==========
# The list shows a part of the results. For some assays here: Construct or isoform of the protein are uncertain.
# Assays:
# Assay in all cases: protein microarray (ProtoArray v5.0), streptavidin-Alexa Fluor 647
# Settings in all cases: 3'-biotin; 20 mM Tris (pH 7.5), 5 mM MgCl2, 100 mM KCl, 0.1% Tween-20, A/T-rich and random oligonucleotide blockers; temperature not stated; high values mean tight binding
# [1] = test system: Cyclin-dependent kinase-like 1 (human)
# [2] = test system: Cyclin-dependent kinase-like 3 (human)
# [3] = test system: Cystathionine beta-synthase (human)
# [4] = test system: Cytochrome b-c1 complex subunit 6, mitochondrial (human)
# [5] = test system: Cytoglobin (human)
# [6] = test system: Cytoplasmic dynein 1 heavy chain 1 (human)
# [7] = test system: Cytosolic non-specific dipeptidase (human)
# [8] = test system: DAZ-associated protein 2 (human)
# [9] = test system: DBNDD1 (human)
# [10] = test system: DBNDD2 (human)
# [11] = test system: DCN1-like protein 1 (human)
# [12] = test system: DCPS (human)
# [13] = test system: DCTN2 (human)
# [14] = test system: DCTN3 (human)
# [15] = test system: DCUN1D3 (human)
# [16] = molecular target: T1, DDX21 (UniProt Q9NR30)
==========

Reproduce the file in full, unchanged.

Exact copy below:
# The list shows a part of the results. For some assays here: Construct or isoform of the protein are uncertain.
# Assays:
# Assay in all cases: protein microarray (ProtoArray v5.0), streptavidin-Alexa Fluor 647
# Settings in all cases: 3'-biotin; 20 mM Tris (pH 7.5), 5 mM MgCl2, 100 mM KCl, 0.1% Tween-20, A/T-rich and random oligonucleotide blockers; temperature not stated; high values mean tight binding
# [1] = test system: Cyclin-dependent kinase-like 1 (human)
# [2] = test system: Cyclin-dependent kinase-like 3 (human)
# [3] = test system: Cystathionine beta-synthase (human)
# [4] = test system: Cytochrome b-c1 complex subunit 6, mitochondrial (human)
# [5] = test system: Cytoglobin (human)
# [6] = test system: Cytoplasmic dynein 1 heavy chain 1 (human)
# [7] = test system: Cytosolic non-specific dipeptidase (human)
# [8] = test system: DAZ-associated protein 2 (human)
# [9] = test system: DBNDD1 (human)
# [10] = test system: DBNDD2 (human)
# [11] = test system: DCN1-like protein 1 (human)
# [12] = test system: DCPS (human)
# [13] = test system: DCTN2 (human)
# [14] = test system: DCTN3 (human)
# [15] = test system: DCUN1D3 (human)
# [16] = molecular target: T1, DDX21 (UniProt Q9NR30)